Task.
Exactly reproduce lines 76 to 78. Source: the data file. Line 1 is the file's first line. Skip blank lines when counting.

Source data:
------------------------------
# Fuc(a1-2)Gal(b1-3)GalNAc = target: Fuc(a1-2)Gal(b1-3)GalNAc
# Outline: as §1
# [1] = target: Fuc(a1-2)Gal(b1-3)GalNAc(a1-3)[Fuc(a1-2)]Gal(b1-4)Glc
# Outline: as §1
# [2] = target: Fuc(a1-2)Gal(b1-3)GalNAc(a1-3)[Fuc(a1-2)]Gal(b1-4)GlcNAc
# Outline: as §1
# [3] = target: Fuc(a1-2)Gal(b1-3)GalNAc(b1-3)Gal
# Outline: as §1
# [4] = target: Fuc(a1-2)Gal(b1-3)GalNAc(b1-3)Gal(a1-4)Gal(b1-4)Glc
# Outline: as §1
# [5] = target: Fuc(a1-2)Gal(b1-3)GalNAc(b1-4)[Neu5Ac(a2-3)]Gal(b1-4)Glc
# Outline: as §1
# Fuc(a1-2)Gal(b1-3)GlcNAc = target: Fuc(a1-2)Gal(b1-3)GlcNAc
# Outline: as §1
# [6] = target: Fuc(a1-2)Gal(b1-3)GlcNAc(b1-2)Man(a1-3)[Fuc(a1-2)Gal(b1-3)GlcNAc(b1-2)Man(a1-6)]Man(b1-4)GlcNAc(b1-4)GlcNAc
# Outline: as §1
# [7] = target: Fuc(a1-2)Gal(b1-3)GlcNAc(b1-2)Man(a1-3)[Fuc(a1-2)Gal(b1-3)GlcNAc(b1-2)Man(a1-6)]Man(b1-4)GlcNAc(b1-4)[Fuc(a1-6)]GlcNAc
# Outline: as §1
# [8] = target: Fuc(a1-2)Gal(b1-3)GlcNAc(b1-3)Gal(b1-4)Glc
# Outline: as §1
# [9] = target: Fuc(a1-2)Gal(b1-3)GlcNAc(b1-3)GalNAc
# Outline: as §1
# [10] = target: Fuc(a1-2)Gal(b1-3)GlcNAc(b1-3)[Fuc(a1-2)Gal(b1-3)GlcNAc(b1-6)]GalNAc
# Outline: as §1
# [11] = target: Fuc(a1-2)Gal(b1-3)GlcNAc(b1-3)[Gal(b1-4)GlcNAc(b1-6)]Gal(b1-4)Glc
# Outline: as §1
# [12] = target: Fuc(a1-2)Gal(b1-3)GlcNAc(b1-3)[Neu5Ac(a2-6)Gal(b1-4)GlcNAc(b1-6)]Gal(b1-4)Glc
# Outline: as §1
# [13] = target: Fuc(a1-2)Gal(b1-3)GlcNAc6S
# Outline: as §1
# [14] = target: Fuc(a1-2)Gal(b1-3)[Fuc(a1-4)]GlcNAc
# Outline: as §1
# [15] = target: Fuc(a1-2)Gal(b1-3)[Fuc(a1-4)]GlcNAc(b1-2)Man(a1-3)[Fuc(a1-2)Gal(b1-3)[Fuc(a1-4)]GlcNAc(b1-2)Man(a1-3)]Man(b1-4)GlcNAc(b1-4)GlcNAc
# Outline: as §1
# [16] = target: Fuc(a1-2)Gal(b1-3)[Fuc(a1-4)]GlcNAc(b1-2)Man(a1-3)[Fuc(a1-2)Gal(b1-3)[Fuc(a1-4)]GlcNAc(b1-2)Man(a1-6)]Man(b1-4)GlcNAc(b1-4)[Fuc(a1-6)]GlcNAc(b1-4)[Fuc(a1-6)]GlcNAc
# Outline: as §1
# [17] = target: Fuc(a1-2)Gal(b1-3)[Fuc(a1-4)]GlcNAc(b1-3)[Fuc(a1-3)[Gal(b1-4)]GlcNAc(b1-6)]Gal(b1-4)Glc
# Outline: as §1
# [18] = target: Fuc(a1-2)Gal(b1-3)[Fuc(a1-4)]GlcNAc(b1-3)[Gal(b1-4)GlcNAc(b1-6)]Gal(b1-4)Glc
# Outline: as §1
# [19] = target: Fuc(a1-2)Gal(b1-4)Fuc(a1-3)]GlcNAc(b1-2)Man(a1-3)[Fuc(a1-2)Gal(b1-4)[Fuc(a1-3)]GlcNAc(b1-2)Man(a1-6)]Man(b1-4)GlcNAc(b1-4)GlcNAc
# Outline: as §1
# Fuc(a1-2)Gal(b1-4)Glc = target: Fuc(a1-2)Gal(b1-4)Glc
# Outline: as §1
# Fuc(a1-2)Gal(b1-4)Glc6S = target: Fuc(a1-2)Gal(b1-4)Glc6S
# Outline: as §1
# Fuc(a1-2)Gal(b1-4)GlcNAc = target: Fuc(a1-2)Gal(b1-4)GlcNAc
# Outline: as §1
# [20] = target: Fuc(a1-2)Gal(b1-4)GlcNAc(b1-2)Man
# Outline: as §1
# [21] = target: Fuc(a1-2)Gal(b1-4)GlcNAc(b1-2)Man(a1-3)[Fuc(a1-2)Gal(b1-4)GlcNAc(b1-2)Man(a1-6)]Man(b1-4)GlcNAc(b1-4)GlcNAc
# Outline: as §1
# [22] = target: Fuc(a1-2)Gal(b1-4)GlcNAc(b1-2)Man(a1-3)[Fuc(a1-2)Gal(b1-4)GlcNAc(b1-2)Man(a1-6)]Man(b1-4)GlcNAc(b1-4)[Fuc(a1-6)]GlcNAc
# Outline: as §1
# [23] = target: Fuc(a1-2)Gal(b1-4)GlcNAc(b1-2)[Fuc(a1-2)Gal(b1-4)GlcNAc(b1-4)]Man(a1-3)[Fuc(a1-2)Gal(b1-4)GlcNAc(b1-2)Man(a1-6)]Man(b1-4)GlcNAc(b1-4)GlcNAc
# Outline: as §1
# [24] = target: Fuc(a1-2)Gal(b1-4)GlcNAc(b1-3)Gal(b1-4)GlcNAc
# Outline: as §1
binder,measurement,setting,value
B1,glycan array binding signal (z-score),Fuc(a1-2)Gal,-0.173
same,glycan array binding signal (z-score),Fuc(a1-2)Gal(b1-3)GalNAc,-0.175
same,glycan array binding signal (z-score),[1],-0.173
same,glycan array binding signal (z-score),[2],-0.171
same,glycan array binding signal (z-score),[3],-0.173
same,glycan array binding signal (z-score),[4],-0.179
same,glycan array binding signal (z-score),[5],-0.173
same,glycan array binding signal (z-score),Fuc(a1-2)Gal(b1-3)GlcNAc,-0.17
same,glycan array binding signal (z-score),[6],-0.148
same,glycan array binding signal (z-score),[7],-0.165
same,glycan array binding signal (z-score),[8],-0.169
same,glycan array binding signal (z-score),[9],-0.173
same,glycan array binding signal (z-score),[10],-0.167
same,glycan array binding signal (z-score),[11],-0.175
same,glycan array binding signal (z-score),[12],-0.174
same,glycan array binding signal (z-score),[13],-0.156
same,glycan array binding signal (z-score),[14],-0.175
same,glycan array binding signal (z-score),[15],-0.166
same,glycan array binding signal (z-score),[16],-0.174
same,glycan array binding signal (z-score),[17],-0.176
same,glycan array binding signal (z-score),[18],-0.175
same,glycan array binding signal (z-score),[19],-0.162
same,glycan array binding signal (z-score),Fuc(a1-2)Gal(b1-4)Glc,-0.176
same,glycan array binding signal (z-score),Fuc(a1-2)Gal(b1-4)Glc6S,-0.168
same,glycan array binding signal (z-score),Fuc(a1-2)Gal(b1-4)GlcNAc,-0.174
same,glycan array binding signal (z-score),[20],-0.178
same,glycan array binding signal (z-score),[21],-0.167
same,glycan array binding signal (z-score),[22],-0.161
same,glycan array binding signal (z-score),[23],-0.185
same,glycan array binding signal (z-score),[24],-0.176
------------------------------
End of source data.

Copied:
same,glycan array binding signal (z-score),[14],-0.175
same,glycan array binding signal (z-score),[15],-0.166
same,glycan array binding signal (z-score),[16],-0.174